This weekly blog pinpoints huge happenings in the world of Federal government contracting. Check out more on our Twitter account: @RIVA_Solutions. And search our new hashtag, #FedBuzz, for daily updates and join the conversation! Weekly, we, here at RIVA Solutions, like to spotlight government agencies that are leading the way as part of the new social government. We profile the agencies, their public affairs officers, new media directors, web mavens and other gov communicators who give form to the messages that the agencies want to convey. Are you ready to learn about this week’s agency? Read on!
A couple of months ago, we briefly touched on DHS and how they were promoting #OpenGov within their agencies through the use of social media. One of the companies that have caught our attention is FEMA or The Federal Emergency Management Agency.
FEMA’s mission is to support citizens and first responders to ensure that “as a nation we work together to build, sustain, and improve our capability to prepare for, protect against, respond to, recover from, and mitigate all hazards.”
FEMA has been engaging in Web 2.0 and social media sites as part of its mission to prepare the nation for disasters. FEMA’s goals with social media are: to provide timely and accurate information related to disaster preparedness response and recovery; provide the public with another avenue for insight into the agency’s operations; and engage in what has already become a critical medium in today’s world of communications. FEMA’s social media ventures function as supplemental outreach, and as appropriate channels for unofficial input.
The Federal Emergency Management Agency (FEMA) maintains Facebook, Twitter and YouTube sites. These sites contain updates in the form of news, information and videos on disaster recovery and information on preparing for the next time disaster strikes.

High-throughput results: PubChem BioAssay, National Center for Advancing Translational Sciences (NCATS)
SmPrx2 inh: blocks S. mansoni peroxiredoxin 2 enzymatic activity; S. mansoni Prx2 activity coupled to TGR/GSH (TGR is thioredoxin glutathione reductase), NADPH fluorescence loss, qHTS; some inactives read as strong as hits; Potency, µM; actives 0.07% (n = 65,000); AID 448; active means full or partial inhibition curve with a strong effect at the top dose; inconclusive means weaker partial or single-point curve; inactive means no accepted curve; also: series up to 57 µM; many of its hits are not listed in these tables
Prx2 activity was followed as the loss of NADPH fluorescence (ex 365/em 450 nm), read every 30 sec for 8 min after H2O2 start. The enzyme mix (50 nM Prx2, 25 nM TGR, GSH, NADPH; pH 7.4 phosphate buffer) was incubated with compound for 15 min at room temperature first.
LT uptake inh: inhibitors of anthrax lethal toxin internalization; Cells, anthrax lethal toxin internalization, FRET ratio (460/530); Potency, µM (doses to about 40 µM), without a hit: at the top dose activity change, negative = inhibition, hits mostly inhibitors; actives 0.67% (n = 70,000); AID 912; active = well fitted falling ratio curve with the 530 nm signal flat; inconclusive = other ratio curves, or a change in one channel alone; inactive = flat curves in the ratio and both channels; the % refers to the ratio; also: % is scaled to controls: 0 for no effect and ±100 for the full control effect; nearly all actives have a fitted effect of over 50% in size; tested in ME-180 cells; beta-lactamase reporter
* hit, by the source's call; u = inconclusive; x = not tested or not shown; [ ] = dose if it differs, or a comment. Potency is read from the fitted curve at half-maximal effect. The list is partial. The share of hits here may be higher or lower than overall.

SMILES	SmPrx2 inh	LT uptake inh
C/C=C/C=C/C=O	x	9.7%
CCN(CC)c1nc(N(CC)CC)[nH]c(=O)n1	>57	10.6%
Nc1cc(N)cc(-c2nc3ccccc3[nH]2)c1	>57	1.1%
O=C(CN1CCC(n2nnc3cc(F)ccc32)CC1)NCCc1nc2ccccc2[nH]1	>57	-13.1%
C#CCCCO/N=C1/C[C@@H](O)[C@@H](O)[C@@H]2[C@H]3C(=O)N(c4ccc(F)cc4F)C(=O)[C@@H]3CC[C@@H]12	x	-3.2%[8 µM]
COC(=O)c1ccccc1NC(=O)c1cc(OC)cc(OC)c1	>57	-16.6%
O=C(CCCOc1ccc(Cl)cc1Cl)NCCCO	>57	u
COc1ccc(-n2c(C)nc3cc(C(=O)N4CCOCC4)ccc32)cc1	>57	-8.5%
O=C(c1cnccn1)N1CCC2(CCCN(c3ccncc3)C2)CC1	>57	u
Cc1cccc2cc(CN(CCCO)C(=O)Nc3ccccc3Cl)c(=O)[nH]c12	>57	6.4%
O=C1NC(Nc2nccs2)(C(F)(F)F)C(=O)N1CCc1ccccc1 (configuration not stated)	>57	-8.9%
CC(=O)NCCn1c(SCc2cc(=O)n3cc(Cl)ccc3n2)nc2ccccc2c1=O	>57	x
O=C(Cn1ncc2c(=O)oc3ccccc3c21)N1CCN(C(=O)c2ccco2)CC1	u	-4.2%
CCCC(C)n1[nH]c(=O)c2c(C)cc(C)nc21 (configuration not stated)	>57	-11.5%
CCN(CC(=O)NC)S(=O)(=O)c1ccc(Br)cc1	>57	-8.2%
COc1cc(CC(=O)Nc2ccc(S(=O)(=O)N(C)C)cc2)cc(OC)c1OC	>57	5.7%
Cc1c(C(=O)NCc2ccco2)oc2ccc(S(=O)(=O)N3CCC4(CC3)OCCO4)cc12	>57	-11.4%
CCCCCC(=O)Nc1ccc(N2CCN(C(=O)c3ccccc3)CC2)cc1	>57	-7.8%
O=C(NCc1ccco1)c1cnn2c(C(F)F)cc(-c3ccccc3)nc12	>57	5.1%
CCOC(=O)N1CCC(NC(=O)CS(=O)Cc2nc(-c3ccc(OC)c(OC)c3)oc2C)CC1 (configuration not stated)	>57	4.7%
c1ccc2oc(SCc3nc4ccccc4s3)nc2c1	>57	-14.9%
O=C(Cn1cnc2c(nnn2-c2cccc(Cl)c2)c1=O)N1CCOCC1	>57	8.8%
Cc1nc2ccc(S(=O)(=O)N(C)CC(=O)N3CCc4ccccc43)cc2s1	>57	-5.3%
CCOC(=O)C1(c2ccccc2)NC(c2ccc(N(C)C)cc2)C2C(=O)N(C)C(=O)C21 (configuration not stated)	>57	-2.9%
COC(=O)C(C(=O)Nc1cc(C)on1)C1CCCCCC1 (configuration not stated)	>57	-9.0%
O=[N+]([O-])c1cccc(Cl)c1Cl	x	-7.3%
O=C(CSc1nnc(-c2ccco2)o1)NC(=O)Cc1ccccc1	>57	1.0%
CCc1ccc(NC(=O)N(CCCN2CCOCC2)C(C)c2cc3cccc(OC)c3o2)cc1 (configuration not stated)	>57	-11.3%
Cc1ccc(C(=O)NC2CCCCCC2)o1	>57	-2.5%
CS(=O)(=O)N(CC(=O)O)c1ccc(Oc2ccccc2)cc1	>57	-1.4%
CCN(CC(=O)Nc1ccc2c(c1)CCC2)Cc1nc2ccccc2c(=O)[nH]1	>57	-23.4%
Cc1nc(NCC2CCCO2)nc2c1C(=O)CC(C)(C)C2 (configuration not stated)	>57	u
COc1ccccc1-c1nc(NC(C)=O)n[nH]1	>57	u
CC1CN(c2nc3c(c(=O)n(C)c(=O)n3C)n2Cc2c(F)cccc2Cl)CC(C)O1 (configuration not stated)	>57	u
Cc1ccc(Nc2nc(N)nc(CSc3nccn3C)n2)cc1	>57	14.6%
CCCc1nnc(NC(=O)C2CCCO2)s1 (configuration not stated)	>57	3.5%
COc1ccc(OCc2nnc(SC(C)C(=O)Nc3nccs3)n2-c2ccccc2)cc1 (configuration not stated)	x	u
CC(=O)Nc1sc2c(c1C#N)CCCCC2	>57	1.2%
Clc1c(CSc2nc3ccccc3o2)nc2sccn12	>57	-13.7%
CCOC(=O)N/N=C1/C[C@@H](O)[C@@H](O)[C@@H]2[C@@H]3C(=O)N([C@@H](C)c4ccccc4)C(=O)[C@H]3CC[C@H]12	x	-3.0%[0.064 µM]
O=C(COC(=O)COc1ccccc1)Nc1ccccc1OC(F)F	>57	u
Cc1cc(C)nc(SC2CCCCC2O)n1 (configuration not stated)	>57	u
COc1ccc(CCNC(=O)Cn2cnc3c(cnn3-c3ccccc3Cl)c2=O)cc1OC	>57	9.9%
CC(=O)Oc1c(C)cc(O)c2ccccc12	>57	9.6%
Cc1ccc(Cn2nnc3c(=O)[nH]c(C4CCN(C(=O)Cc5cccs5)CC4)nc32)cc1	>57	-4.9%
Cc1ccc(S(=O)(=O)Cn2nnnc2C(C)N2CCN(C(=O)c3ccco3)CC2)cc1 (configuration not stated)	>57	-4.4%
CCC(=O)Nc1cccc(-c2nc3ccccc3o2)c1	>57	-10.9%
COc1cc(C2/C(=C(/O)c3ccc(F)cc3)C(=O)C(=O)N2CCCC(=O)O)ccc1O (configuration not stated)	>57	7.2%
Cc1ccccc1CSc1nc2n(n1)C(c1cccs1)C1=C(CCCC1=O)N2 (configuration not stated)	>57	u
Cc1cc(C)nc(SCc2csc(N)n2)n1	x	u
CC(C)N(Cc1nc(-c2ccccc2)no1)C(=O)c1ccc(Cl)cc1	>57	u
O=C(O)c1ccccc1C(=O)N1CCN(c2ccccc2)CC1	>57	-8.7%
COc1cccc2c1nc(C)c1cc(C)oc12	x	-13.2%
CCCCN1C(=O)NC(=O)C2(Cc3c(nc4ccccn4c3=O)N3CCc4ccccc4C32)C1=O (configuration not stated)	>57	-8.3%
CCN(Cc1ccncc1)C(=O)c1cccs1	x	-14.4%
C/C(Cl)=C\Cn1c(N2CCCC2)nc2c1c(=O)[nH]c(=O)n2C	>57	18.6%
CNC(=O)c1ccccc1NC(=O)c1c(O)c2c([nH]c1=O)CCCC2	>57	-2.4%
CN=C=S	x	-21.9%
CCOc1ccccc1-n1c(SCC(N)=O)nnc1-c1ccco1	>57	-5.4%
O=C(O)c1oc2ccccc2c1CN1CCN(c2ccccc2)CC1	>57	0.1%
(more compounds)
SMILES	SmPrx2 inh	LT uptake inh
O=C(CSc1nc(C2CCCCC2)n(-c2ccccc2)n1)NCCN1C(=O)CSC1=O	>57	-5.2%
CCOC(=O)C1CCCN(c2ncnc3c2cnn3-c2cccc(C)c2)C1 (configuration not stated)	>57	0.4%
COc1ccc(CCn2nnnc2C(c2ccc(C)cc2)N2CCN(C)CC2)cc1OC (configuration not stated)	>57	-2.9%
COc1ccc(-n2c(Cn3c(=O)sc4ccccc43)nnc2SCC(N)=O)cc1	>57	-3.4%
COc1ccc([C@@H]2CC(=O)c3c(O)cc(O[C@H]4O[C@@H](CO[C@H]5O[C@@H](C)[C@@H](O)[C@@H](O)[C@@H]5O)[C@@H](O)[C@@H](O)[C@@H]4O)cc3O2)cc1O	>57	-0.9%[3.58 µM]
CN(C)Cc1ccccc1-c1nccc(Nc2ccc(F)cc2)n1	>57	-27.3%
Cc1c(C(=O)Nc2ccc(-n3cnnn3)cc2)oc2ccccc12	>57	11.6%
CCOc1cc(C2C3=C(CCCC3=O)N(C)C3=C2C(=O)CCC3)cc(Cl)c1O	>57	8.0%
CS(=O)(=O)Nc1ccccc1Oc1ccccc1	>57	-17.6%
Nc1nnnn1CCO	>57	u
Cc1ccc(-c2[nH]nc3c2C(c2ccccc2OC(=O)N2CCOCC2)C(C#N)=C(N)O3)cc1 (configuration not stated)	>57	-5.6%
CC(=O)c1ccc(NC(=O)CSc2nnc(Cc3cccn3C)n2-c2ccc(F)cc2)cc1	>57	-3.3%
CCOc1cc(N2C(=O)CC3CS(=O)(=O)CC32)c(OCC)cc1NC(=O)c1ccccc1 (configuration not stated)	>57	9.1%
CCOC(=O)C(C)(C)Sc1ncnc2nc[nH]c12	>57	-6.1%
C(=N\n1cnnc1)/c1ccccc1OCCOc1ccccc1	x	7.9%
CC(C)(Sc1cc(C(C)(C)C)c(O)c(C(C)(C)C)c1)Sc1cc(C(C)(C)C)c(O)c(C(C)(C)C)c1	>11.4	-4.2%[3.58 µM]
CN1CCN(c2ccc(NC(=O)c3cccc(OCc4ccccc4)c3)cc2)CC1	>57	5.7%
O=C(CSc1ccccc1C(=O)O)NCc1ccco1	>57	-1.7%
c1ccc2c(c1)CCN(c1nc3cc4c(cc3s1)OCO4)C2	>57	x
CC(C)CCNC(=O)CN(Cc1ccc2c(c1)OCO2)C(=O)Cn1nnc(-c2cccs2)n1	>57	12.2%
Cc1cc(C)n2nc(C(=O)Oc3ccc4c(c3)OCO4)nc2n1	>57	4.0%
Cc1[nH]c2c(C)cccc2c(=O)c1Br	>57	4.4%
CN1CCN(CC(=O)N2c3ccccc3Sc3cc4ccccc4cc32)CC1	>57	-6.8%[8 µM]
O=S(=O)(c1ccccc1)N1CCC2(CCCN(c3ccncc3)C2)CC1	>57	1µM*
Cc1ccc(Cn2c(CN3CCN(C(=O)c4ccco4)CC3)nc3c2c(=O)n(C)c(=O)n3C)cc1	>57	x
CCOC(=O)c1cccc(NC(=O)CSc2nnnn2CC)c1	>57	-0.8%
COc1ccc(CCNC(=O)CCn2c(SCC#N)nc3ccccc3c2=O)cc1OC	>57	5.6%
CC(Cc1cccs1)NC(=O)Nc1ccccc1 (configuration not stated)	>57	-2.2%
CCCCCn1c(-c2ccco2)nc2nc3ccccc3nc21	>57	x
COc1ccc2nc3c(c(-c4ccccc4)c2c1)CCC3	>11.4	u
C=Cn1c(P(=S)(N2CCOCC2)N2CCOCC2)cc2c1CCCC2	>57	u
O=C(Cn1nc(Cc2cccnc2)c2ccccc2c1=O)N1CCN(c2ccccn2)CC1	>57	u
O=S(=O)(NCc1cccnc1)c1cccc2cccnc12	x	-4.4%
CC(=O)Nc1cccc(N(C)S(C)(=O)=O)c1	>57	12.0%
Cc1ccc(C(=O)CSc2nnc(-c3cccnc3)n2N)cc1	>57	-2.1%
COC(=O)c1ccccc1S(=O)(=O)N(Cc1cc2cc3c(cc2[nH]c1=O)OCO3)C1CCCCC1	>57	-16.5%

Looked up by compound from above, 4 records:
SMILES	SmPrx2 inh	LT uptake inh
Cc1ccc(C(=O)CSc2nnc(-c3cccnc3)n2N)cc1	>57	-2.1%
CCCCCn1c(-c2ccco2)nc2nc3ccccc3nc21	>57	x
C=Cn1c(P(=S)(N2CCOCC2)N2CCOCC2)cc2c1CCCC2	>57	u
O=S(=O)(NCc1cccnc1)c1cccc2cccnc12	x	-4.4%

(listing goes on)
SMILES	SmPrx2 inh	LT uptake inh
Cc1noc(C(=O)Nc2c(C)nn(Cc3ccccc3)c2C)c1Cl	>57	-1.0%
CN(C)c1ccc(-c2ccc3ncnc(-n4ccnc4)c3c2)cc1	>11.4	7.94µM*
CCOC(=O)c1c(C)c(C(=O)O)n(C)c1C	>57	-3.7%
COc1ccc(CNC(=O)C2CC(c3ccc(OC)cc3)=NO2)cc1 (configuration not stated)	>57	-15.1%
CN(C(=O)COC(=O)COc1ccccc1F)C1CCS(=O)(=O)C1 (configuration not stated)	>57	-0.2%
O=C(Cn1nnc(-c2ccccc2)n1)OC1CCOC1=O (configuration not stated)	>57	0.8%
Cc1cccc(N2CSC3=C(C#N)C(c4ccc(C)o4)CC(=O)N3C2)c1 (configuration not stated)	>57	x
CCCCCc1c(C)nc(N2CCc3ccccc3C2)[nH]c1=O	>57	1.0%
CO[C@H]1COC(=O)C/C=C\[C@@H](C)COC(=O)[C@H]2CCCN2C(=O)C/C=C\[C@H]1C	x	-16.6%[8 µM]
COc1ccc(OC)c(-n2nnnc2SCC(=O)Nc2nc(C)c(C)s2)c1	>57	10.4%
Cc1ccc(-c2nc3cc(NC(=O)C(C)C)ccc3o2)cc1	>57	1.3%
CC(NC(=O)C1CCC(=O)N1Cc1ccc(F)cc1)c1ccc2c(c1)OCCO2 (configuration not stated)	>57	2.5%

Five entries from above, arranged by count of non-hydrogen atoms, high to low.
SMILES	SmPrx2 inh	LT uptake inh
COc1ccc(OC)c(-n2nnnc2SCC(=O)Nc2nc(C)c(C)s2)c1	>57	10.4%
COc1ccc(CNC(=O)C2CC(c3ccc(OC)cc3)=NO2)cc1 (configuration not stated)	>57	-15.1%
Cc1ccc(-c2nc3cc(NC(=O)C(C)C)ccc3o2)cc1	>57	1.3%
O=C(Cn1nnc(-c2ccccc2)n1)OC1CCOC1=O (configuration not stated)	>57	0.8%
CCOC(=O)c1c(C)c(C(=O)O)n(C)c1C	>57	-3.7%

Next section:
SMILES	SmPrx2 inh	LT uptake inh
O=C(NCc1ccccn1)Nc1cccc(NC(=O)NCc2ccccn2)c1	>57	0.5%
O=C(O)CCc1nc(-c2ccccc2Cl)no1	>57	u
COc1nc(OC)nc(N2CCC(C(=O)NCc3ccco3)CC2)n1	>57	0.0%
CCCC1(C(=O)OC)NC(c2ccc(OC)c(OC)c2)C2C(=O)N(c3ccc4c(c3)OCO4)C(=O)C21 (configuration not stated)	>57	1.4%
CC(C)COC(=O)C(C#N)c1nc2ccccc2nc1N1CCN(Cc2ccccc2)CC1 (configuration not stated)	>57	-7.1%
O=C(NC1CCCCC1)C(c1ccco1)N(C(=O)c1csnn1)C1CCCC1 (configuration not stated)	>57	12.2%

“Events worldwide have demonstrated how quickly social media can connect people and allow them to share information and help one another,” said Federal Coordinating Officer Don Keldsen. “We have been able to reach the survivors of disasters through our continued posting to social media websites such as twitter and Facebook.” – http://www.fema.gov/news/newsrelease.fema?id=60217
Reading a recent article, we learn that FEMA is evolving with their social media practices. The article explores FEMA from over a year ago, and their reluctant response to using social media during the Joplin Tornado Aftermath. FEMA Administrator, Craig Fugate, admits that the changing social media climate within a long-standing organization can be difficult; however, FEMA has been able to use the social media for funneling information such as pictures and posts. By concentrating on hashtags, FEMA is able to more quickly determine the severity of damage and be able to respond quicker.
In this writer’s opinion, the use of social media by an organization such as FEMA, helps us to be aware of the problems that the country is faced with. It also helps us to mobilize as citizens, to donate or volunteer. In the aforementioned article, the social media campaign during the Joplin Tornado Aftermath started with a mother and daughter team, and quickly grew to a source of knowledge for the survivors, volunteers, news, and media outlets. FEMA was not the source of information in this situation, however it did teach them about the importance of social media and I am positive that they are working diligently to ensure that they are the hub of information revolving around all natural disasters and emergency management.
Keep up to date with these FEMA handles or find more local handles at http://www.fema.gov/help/social_media.shtm.www.facebook.com/fema Twitter: @FEMA Youtube.com/fema
What do you think about FEMA on social media?
- Social Media in House DHS Appropriations Bill for 2013 (idisaster.wordpress.com)